Shops here specialized in almost every kind of traditional ninja gear. Scrolls with hidden powers. Blades that could disappear between your fingers; axes that could explode to twice the size of your body. Woven tools like ropes and bamboo climbing claws. Wooden weapons like bo staffs and nunchucks. And forged metal favorites like throwing stars, brass knuckles and ankle daggers. There was even a shop dedicated to the delicate art of bomb making, although it was much newer than all the rest due to its being rebuilt more than a few times.
As for the more uncommon items, the shinobi district even had its own market street. It looked very much like its civilian counterpart, a winding road lined with stalls offering trays of fresh fruits and vegetables. But hidden beneath the produce baskets and tucked under the tables were a glittering array of hard-to-find weapons, foreign shinobi tech and one-of-a-kind supplies. With the right words or money, nearly any strange item could be purchased. Or at least procured. From a finely crafted Sand Village whip (taken, no doubt, from the dead hands of its previous owner) to highly toxic nightshade pods for a sleeping draught (stolen, no doubt, from the Waterfall country, the only place where they grow).
These enterprising farmers specialized in the unusual. Because like everything else in this district, they were not what they seemed. Though they did grow their own fruits and vegetables, these farmers were in fact shinobi. Old Konoha nins who had left the village life behind, but never quite given up on being a ninjas. They farmed lands in the countryside around the village. Some even operated safehouses for teams of nins. And when they came into the village to sell their produce, they always made sure to have some special offerings tucked away.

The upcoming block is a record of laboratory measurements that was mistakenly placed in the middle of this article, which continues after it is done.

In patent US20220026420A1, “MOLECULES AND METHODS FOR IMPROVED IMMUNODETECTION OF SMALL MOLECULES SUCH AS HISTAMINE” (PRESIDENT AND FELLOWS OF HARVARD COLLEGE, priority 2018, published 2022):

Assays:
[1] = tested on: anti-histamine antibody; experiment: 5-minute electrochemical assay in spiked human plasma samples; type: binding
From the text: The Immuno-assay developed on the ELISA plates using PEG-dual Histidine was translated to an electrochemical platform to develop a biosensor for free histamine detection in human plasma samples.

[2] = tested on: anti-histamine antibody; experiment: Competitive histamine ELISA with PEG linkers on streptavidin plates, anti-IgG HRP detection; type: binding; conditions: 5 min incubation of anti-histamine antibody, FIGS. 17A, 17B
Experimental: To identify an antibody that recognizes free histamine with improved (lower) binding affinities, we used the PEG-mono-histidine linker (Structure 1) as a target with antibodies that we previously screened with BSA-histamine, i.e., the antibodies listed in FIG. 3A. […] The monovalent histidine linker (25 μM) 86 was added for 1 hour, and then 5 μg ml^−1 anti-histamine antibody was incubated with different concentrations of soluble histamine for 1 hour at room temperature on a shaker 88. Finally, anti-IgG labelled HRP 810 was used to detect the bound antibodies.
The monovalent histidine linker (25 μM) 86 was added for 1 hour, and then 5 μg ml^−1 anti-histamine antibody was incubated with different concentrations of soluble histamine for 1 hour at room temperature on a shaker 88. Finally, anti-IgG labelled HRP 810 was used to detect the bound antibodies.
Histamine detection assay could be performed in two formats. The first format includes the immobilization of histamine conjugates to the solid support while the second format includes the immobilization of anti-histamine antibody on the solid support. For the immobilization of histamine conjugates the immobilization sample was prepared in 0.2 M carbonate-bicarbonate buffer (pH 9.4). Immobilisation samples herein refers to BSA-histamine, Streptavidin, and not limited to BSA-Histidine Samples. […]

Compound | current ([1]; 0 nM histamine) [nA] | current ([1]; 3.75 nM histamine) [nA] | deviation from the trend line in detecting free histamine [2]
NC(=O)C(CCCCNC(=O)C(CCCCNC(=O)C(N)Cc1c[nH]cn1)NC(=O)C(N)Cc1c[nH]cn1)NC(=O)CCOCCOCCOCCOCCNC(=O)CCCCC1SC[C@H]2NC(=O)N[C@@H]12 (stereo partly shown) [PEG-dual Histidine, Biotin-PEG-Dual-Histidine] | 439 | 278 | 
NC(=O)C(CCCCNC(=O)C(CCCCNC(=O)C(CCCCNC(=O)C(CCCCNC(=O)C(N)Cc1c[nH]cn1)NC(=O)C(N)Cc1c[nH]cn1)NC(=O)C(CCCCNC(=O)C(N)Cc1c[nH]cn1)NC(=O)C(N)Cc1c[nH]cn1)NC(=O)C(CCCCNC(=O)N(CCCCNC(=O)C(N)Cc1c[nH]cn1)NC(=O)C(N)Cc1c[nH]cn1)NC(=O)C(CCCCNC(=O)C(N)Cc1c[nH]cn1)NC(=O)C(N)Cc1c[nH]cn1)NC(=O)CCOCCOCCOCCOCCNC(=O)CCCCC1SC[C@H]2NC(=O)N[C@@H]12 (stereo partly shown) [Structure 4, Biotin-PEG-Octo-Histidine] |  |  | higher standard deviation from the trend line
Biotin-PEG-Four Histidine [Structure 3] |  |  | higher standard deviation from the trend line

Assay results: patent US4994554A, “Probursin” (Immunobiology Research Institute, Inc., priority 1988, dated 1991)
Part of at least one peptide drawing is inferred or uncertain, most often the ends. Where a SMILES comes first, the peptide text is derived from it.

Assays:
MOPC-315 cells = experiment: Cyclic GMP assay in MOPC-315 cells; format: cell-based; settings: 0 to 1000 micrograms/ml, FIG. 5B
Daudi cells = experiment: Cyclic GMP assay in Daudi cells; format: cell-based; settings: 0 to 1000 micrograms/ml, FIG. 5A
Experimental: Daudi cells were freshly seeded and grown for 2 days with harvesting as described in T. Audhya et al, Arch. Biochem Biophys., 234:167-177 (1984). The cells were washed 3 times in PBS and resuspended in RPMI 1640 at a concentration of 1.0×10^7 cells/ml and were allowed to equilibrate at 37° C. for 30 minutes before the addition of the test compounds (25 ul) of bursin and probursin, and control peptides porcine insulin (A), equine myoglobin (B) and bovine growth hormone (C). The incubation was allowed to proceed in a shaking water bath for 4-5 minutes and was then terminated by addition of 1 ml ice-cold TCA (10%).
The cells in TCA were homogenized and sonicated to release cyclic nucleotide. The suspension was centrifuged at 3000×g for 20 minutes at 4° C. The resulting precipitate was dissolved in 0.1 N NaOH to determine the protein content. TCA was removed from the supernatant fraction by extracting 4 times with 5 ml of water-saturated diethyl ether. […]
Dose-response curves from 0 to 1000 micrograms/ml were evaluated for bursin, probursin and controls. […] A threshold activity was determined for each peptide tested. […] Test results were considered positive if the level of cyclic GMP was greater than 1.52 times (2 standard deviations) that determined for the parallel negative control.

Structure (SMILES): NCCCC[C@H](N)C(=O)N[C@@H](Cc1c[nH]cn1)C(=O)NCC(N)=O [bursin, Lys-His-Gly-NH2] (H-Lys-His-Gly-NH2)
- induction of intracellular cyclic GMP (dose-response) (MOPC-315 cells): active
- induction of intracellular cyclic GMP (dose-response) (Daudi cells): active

Many stores in the district were the same. Run by twinkly-eyed old men and women who really had seen it all. This was the part of the village where shinobi came to retire…if they were lucky enough to live that long.
But working here wasn’t just for the old. Younger nins also made a life in this district, supporting other shinobi rather than fighting alongside them. They chose their trades and honed their skills inside the village, rather than on missions. These were the young men and women who had gone through the academy but didn’t make it through their team trials. Or they flunked out of their individual exams. Or they passed all the tests only to loose their team in the field, and subsequently their will to fight. Other villages might have abandoned these nins. But in Konoha, you were a shinobi for life, in one form or another.
The district was the one constant for all Konoha nins. And if they didn’t come for supplies or the camaraderie, then they came for the food.
The majority of the eateries in the village were crammed into this crooked network of streets. Restaurants served up hot-and-ready food at all hours of the night and day. From never-ending noodle bowls to skewers of meat to whole street-side buffets of fried foods. Some were sit-down eat-in type places, tucked behind a row of curtains. Others were fast and informal, where returning nins could stand and eat or grab a cheap to-go order to take home for the night.